Anxiety among Adolescents : Measurement, Clinical Characteristics, and Influences of Parenting and Genetics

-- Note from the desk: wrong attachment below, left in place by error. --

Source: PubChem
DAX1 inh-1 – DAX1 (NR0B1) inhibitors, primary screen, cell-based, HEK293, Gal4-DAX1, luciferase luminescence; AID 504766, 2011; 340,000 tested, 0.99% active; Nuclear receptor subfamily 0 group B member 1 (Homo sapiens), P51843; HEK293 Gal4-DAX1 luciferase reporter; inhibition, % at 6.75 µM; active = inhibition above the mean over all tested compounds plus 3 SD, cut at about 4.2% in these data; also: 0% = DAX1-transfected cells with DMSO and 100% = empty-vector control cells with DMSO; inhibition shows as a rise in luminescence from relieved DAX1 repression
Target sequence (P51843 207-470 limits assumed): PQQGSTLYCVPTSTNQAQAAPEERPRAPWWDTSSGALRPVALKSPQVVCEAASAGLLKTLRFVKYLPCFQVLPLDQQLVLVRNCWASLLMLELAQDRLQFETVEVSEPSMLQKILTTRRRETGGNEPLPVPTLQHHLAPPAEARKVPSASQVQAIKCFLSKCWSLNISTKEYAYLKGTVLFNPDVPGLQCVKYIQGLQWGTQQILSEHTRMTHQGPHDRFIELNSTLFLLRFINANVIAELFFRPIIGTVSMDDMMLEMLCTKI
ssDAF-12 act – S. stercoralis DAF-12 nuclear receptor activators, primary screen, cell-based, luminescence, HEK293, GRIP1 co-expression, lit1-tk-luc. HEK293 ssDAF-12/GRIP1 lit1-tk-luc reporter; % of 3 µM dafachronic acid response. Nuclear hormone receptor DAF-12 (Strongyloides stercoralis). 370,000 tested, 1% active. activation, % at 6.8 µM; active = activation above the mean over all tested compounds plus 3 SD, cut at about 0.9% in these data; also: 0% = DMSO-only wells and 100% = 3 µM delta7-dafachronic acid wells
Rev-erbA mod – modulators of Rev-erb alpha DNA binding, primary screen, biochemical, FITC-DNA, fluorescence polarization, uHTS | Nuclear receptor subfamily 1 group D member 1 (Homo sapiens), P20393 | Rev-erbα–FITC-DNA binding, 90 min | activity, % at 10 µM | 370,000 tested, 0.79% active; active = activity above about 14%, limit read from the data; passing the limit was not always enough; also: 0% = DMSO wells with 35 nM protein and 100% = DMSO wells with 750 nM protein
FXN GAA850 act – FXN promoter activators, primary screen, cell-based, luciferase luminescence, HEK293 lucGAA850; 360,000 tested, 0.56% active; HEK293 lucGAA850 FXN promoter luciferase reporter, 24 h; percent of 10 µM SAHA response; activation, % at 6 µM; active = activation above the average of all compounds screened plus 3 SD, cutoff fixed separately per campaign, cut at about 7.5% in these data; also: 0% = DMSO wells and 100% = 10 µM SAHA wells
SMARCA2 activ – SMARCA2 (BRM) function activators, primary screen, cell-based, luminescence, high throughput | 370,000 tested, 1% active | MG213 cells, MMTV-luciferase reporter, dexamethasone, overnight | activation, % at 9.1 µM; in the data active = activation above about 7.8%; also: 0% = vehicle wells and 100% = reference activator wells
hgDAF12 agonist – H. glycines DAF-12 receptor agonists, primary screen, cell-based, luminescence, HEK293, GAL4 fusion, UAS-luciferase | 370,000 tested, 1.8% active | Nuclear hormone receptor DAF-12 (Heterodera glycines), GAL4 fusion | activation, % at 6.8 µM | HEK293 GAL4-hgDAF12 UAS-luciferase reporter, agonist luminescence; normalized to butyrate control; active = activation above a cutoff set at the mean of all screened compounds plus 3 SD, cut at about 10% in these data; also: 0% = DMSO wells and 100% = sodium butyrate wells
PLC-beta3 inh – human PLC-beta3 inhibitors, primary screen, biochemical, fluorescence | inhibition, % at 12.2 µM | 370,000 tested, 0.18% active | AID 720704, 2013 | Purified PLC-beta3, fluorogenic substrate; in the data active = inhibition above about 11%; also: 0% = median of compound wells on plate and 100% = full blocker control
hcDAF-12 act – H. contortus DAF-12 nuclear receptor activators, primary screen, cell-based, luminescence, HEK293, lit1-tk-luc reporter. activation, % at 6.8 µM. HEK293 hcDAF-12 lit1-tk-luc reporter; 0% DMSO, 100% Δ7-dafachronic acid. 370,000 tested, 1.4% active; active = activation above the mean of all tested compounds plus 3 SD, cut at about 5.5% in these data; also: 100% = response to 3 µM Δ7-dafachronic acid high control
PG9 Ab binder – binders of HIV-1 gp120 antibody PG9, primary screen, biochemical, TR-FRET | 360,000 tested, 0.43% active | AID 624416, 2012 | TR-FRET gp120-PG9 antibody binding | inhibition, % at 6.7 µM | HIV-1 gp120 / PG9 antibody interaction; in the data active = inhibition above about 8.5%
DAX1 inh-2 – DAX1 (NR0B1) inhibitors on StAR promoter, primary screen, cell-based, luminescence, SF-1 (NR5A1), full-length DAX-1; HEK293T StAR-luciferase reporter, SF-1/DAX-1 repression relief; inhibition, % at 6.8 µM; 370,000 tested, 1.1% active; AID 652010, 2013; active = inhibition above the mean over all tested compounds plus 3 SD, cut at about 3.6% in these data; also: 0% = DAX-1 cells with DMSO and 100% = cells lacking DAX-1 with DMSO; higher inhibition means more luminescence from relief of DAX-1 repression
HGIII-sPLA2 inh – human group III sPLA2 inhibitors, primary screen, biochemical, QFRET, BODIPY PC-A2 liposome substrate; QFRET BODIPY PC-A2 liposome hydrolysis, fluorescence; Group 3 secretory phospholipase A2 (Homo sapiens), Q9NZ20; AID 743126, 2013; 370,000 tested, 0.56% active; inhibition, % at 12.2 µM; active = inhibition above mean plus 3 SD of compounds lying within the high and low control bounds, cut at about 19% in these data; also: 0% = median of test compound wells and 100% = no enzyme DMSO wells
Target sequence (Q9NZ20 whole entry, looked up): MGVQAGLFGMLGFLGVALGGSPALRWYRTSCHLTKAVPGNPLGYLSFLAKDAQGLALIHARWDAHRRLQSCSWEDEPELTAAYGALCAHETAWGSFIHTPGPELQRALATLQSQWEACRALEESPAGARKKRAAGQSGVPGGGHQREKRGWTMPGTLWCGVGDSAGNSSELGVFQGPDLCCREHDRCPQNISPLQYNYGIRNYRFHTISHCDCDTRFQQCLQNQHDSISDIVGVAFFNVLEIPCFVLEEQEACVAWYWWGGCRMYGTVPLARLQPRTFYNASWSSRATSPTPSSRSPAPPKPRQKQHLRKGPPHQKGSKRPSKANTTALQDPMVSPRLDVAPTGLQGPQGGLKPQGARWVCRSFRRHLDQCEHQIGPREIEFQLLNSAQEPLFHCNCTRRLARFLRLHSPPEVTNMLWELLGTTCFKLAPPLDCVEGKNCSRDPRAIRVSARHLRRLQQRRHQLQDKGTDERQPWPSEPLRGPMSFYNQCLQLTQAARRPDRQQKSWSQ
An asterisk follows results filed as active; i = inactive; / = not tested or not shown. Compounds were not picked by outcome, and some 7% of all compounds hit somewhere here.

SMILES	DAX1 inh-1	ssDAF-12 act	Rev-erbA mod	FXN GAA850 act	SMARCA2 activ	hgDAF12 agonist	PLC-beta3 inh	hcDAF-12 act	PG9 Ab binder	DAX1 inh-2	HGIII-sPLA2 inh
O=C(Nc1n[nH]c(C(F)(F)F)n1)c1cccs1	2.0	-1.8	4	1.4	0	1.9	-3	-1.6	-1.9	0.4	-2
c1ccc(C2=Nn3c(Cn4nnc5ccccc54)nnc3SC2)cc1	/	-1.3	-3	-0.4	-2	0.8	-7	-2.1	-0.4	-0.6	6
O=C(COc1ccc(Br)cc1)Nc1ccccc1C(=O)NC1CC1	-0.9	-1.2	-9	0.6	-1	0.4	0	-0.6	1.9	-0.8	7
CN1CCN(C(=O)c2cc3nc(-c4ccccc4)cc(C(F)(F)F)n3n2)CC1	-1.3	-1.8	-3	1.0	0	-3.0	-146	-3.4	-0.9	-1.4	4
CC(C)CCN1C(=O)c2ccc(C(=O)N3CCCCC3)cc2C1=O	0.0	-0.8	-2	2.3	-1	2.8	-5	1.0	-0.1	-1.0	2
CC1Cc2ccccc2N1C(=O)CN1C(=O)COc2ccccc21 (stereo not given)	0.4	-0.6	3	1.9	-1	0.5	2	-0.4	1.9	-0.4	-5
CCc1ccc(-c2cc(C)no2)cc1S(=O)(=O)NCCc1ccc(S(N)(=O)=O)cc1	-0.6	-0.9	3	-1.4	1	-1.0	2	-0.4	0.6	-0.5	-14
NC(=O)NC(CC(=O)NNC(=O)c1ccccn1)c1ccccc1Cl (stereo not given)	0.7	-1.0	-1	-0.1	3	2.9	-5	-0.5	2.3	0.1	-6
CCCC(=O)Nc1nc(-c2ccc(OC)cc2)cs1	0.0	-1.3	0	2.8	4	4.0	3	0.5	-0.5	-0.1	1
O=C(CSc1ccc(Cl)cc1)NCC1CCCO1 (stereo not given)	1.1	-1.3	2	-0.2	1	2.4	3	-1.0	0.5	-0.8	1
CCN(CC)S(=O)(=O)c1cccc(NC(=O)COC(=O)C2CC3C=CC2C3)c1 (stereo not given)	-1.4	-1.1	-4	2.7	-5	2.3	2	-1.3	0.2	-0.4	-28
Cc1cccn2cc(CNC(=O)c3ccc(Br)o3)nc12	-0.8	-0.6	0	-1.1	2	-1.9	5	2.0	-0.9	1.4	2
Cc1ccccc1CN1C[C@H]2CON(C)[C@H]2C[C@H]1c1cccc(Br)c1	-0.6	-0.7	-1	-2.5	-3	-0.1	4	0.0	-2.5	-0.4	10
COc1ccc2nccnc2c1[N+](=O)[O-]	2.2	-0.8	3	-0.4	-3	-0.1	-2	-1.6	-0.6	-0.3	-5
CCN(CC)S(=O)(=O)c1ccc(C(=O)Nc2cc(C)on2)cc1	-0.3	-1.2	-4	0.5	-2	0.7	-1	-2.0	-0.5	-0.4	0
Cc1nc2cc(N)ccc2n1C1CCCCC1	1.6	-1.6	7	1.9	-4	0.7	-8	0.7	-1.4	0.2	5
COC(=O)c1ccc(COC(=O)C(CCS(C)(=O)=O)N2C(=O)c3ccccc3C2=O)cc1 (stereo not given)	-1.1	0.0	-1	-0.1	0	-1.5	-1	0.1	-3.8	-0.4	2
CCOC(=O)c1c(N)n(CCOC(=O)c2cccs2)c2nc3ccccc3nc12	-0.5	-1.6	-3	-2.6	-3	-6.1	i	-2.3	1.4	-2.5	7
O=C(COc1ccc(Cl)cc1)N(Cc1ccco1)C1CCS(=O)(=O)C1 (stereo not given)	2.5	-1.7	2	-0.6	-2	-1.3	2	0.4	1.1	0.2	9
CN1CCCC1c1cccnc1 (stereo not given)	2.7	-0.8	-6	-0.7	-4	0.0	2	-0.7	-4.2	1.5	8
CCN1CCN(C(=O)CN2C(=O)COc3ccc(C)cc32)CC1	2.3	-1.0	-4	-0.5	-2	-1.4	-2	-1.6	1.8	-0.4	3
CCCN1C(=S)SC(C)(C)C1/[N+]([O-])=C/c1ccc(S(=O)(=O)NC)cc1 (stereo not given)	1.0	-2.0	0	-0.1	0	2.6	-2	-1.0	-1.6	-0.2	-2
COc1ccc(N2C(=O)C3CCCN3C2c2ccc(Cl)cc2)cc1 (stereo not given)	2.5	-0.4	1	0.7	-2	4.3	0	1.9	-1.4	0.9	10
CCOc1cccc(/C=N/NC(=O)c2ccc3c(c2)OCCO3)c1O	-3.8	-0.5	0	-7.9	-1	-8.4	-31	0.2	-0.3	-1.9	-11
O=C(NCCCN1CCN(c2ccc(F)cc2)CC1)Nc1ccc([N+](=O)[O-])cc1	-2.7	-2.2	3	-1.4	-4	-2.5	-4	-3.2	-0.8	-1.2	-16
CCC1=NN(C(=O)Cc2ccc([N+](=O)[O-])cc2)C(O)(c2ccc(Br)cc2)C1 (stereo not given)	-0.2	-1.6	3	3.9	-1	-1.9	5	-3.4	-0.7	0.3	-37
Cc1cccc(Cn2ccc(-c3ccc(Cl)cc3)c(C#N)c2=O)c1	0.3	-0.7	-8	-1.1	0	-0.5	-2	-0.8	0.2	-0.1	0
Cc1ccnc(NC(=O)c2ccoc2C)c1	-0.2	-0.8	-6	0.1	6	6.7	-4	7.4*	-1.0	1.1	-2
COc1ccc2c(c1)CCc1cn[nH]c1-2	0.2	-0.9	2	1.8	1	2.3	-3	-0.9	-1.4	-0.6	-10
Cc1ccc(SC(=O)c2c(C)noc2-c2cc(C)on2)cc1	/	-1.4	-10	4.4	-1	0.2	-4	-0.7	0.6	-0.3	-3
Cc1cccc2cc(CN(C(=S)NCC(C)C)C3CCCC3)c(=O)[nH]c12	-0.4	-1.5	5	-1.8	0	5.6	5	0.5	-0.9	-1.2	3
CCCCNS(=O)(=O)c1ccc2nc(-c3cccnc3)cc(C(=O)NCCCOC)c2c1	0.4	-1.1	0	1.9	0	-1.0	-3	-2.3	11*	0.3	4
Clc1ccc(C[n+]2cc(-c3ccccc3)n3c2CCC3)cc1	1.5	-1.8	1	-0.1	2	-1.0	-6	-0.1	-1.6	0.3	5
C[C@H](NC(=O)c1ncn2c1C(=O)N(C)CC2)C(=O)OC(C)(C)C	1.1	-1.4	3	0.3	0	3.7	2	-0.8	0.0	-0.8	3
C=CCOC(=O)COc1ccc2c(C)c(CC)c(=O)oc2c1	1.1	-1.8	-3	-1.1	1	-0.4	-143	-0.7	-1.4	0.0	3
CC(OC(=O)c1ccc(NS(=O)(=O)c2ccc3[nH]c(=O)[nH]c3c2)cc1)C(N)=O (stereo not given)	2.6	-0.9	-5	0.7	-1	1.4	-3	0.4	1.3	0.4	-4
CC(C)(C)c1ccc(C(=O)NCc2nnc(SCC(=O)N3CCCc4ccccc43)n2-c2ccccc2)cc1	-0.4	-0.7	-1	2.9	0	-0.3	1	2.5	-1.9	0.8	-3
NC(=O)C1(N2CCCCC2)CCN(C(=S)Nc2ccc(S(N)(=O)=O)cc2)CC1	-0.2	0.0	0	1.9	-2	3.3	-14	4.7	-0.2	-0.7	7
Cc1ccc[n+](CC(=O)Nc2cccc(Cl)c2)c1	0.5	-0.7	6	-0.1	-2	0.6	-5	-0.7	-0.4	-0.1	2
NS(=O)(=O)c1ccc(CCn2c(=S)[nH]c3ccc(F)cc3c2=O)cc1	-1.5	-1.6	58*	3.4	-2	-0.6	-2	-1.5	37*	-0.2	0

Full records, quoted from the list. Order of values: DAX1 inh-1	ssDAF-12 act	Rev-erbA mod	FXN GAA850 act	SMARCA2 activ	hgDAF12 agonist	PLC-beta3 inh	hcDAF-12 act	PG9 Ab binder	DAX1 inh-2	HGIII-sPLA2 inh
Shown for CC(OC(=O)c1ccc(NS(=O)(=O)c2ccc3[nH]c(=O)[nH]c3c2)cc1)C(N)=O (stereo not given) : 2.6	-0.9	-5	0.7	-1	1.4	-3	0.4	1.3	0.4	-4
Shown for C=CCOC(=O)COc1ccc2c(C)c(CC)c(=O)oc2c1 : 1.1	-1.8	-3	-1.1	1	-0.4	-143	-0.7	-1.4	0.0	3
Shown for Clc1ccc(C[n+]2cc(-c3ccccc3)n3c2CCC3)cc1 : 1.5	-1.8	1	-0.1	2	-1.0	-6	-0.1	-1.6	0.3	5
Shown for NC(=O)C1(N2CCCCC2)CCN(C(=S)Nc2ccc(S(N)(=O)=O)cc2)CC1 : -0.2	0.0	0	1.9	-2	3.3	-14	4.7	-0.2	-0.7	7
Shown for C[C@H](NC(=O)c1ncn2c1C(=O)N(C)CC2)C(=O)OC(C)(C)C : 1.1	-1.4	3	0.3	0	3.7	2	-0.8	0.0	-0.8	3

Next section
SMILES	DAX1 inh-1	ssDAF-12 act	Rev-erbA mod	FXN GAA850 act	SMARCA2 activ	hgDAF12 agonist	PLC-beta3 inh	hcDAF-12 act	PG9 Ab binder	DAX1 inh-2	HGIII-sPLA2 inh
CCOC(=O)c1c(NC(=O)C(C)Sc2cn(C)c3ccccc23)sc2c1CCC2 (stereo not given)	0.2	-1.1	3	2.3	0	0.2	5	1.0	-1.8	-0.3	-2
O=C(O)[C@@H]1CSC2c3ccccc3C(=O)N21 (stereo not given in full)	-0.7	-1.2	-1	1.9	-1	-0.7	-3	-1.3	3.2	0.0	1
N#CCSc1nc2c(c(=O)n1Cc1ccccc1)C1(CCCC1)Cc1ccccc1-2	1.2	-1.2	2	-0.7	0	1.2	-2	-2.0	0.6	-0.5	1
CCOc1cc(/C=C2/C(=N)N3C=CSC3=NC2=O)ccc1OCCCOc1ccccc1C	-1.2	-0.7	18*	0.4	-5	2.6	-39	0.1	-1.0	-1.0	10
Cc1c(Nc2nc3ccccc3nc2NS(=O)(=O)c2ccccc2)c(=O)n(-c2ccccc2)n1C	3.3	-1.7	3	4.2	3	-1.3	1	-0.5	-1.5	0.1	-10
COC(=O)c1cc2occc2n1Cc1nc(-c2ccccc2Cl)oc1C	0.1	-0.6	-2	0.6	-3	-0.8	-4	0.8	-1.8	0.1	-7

Abstract: Anxiety is the most commonly reported mental health problem among adolescents. Still, many adolescents in need of treatment are not detected and the clinical characteristics and etiological pathways of adolescent anxiety are under-researched topics. This thesis examined the clinical utility of the Swedish versions of the Spence Children’s Anxiety Scale (SCAS) and the clinical characteristics of multiple anxiety disorders among psychiatrically referred adolescents, and the influence of parenting and oxytocin gene (OXT) variants on anxiety among adolescents in the general population.  Studies employed cross-sectional and longitudinal designs and were based on questionnaire, interview, and genotype data.Support for the reliability and validity of both SCAS and SCAS-P was obtained. The overall ability to predict anxiety among referred adolescents ranged from fair to excellent for both scales. Among adolescents psychiatrically referred for any reason, the prevalence of any anxiety disorder was 46%. Homotypic comorbidity was observed in 43%, and heterotypic comorbidity in 91%.Early adolescent anxiety influenced homotypic anxiety in late adolescence independent of parental rejection and control. The mediating role of parenting was small with indirect effect sizes no larger than one-tenth the size of direct effects, irrespective of the informant on parenting behavior.Significant interaction effects with positive and negative parenting were observed for OXT variants rs4813625 and rs2770378 in relation to social anxiety. The nature of the interactions was in line with the differential susceptibility framework for rs4813625, whereas for rs2770378, results indicated a diathesis–stress type of interaction.The findings suggest that psychiatrically referred adolescents with anxiety disorders are best characterized as a highly complex patient group and call attention to the necessity of structured assessment. For this purpose, this thesis provides evidence for the clinical utility of the SCAS; routine utilization of this questionnaire can improve detection of adolescents in need of anxiety treatment. Findings of this theses further suggest that the influence of positive and negative parenting behaviors on anxiety may be of greater importance among some adolescents than others, depending on individual differences in sensitivity to parenting. The etiology of anxiety among adolescents may therefore involve differential susceptibility effects of the interplay between genes and parenting behaviors.